I later went to work for a steamship agency that handled the documents for various imports on several shipping lines, so I would see imported items coming in for TJs but usually things like wines, pasta from Italy, olive oil from Italy and Greece, stuff that you already expect to be imported into the US.

    I shopped at TJs less because they were targeting a different audience. During this time various ethnic groups having come to southern California started opening their own grocery stores. I could shop there and find foods that I would have had to have sourced from a gourmet market at three times the price, and even then only in small packages. So I found less and less dependency on TJs and access to foods unavailable before. But NOT at the expense of
    my local suppliers–whether fresh from a farmer’s market or a local store or canned/bottled by a local company, I knew where my food was coming from.
    (and I also canned my own at times…).

    Back to TJs. Seems they made the change earlier this year:
    http://www.traderjoes.com/fearless-flyer/article.asp?article_id=938

    I had looked on the bottom of the bottle (not a common style and having worked in purchasing for the honey company, didn’t recognize it) and saw 1 L–one liter. Hmm…US is not primarily metric. Back to the label. Product of Georgia. I had the same sort of take as you did: Georgia? Well, then, it’s probably just a different kind of cherry that they grow down there. Then I thought about the places that I know that grow cherries for juice, and they’re all a fair distance north of Georgia…like some apples, have to have the winter chilling to get the flavor.
    And I do know that an area of the old Soviet Union became Georgia when their system was falling apart…so I looked the country up, and then looked up cherry juice from Georgia, and sure enough, they’re exporting a whole lot of it.

    Now something I recognized from my days with the honey people, and that’s the term brix: has to do with the sugar content in a liquid, usually expressed as a percentage. In honey, it was usually about 16% (USDA regs)..but some packers would thin it down so they’d have more honey to sell…Add too much water and you don’t have ‘honey’, you have ‘honey product’.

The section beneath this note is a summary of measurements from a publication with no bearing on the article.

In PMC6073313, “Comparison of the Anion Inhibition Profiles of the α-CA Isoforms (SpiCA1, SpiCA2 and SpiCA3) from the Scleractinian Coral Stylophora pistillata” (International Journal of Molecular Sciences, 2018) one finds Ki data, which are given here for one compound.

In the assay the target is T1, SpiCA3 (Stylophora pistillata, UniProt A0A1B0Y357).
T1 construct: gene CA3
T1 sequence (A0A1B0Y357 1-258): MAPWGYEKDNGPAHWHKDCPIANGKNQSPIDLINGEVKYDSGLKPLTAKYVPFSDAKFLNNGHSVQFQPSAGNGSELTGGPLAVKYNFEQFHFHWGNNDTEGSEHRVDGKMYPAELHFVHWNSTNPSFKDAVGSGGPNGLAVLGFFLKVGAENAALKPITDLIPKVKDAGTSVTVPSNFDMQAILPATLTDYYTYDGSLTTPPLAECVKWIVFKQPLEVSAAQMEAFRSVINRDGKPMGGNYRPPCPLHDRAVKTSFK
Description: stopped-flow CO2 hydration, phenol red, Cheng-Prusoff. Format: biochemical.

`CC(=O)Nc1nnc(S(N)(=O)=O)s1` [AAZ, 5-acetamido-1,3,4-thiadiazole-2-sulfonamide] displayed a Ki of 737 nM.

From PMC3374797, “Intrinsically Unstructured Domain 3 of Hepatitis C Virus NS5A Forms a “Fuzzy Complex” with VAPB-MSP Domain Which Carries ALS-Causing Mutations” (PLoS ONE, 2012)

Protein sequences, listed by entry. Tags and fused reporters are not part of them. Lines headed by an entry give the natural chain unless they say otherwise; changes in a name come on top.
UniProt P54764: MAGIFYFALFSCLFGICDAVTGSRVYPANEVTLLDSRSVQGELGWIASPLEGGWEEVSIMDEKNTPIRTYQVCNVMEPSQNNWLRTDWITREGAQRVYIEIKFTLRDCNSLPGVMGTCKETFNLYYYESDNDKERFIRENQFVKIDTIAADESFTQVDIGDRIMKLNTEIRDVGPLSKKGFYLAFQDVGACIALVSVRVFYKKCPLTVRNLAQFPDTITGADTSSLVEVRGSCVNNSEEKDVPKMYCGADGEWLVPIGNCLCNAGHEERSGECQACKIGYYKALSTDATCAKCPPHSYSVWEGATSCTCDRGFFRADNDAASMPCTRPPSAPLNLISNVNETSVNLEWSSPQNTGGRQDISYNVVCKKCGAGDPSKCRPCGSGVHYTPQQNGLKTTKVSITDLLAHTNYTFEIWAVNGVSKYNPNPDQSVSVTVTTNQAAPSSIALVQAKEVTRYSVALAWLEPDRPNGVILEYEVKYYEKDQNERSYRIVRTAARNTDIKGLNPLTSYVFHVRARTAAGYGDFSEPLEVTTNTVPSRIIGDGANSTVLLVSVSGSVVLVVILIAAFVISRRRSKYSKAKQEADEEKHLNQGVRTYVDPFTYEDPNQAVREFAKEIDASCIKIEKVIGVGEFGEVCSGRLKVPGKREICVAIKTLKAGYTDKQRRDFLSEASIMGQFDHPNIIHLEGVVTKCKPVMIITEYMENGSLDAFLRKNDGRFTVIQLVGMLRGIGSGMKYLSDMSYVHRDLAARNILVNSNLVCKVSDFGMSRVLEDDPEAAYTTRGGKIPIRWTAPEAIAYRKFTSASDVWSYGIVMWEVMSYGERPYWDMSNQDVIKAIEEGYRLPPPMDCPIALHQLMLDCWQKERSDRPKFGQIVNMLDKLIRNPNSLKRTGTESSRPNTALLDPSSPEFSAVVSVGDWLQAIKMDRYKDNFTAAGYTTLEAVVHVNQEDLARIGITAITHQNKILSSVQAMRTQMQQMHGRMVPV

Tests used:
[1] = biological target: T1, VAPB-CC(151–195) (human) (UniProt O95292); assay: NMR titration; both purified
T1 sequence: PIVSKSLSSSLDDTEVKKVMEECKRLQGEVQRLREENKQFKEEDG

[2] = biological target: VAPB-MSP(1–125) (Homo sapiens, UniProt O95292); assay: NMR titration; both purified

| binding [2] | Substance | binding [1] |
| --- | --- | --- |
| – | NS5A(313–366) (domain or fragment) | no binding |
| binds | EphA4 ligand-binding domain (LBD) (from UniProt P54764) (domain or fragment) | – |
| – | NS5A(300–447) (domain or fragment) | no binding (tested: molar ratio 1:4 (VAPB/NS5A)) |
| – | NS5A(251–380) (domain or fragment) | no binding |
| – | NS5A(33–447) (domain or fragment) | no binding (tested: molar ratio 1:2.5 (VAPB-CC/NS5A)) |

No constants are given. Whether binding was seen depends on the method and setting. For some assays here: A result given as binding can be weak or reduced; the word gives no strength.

Well this new TJs cherry juice label reads: Filtered water (sufficient to reconstitute), cherry juice concentrate.
    Now judging by the color of the juice (lighter than I’m used to) and the flavor, I’m willing to bet the ‘sufficient to reconstitute’ is probably higher than the amount of aqueous solution normally found in fresh cherry juice.
    Seems Georgia produces cherry juice concentrate in drums (200 liters) but also bottled fresh. I don’t know to calculate brix so I don’t know how a quart of Georgian juice compares to RW Knudsen’s Just Black Cherry (they don’t list brix) so I can’t tell how much might have been added ‘to reconstitute’.

    So let your people know they should get their money’s worth and their health’s worth by buying the local cherries and cherry juices and maybe look into the benefits of cherries for gout, kinee problems, or as I have found, to help their kidneys. If they’re smark enough to read your blog then they’re smart enough to do their own research.

    And me? I think I’ll find a store that carries the Knudsen’s line of juices and see if I can get a discount by buying a case.

    Thank you for trying to keep it real in Georgia USA….

    regards,
    Lynda Akin